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Cuts to the U.S. refugee program taking the 'American Dream' from families desperately seeking new life

Cuts to the U.S. refugee program taking the 'American Dream' from families desperately seeking new life
Posted at 8:29 AM, Oct 23, 2020
and last updated 2020-10-23 11:29:57-04

Mohamad is most at home in the kitchen. The smell of homemade recipes taking him back to the best parts of his childhood. A childhood cut short by violence and unrest in his home country, Syria.

“When I walked down the street, I was scared to get a bomb in my head,” said the 24-year-old man. “Even walking from the school to your apartment, you’re not safe. That was very scary for me and my parents and everyone that was in Syria."

The Arab Spring forced his family to flee their home in Damascus.

“We rent an apartment in another city, and we come back to our house and we don’t find a house. We find it clear, everything destroyed. Some people told my dad, 'Your factory work is gone. It got bombed and destroyed,'” recalled Mohamad.

With his father’s business and their home gone, the family moved to Egypt to start a new life.

“It was kind of tough, to move to a different country where you don’t know the language. It was tough for me,” said Mohamad.

That move was just a preview of the challenges to come. After years of applying, his family was accepted as refugees in the United States.

“When I moved to this country, I didn’t speak any word of English. It was kind of, really hard to communicate with the people and learn the culture,” he said.

However, Mohamad and his parents were met with resettlement help from a local organization.

“They were helping us to find school, to find work,” he said of the African Community Center in Denver.

English classes, job coaching, legal help—they were all the services funded by the Refugee Act of 1980. Mohamad was determined to prove that support from the government was worth it.

“I used to work four jobs at the same time,” he said. “I used to sleep only four hours, to make this dream happen,” he said of opening his own restaurant to share his family’s legacy.

After two years of hard work, he reached his goal of opening his own restaurant.

“There is so many opportunities here. I am one of the people who found a good opportunity to open my own business in two years. That was really fast," he said.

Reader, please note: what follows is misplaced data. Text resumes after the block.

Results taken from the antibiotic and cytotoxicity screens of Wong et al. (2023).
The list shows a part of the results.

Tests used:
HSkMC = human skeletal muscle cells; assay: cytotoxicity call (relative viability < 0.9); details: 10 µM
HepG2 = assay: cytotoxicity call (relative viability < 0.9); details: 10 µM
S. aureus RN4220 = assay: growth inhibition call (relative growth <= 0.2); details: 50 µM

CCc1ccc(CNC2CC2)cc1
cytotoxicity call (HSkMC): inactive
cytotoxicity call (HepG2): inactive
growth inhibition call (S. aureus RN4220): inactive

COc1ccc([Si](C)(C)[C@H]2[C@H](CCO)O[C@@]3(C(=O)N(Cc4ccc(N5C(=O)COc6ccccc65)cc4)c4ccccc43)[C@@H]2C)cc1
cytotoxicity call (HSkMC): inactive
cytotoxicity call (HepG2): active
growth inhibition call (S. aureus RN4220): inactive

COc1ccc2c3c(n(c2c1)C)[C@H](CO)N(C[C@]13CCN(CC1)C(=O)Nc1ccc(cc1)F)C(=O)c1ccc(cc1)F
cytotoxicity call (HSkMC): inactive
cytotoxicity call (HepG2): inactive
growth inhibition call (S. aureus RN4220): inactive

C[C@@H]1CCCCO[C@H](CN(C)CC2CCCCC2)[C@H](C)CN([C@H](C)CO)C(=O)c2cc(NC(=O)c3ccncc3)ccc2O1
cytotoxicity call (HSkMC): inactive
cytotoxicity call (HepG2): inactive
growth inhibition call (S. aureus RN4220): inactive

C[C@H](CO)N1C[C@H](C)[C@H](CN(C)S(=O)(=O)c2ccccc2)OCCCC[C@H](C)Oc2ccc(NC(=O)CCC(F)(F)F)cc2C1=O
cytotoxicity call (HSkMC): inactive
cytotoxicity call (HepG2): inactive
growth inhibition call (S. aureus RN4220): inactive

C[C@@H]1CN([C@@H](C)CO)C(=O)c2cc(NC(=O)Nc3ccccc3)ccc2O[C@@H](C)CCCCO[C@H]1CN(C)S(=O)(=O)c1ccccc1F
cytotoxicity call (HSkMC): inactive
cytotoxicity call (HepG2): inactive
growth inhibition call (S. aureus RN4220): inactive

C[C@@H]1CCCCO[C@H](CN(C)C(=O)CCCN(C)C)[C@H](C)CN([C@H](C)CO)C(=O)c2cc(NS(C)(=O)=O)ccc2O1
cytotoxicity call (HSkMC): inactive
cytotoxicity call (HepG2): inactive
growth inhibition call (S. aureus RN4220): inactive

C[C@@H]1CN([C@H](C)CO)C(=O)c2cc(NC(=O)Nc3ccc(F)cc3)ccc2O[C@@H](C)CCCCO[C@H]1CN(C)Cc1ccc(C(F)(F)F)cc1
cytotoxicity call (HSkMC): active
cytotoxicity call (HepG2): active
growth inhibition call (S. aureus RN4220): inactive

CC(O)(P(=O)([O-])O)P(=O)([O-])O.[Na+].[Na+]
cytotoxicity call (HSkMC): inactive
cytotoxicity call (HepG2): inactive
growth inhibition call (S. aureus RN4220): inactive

But Mohamad is worried other families, with dreams just like his, will never find the happiness he’s found.

“I was lucky, but if someone who came now to the United States didn’t find this sort of organization, he won’t make it here,” said Mohamad.

The organizations that help refugees are starting to slowly shut down, because help for refugees in the United States is at an all-time low.

When the Refugee Act of 1980 was created, the United States took in more than 200,000 refugees, but since then, that number has eroded steadily.

2021 will set a record-low for the program, allowing only 15,000 refugees to come to the United States, and with cuts to refugees allowed into the country, come cuts to the programs that help them out once they arrive.

“If the programs keep taking cuts with no recovery, we’re basically removing our ability to take in refugees and support them, which I think might have been there point of the cuts. But I don’t think that’s who we want to be as Americans,” said Dr. P.J. Parmar, a physician at the Mango House, a shared space for refugee medical care and refugee-run small businesses.

The Mango House is an independent health clinic, so it isn’t affected by the cuts to the refugee program directly. Parmar said the cuts to federal refugee programs over the decades are forcing centers across the country to shut down.

Many services now falling more on independent providers like Dr. Parmar than ever before. It’s a trend he hopes won’t continue.

“I think a lot of folks hear the word ‘refugee’ and they think, ‘Oh these are dirty people we don’t want to take care of,’ but the refugee story is the American story,” said Parmar. “All of us, unless you’re Native American, you probably have some sort of refugee background.”

Mohamad and Dr. Parmar are hoping families across the country will think of their own stories when they see places like the Mango House thriving in their own communities.

“When I moved over here, I had a goal in my mind, and I think it’s similar to anyone…I worked so hard to get something for me and my family, that’s my dream.”

A dream he hopes more people will get the chance to have.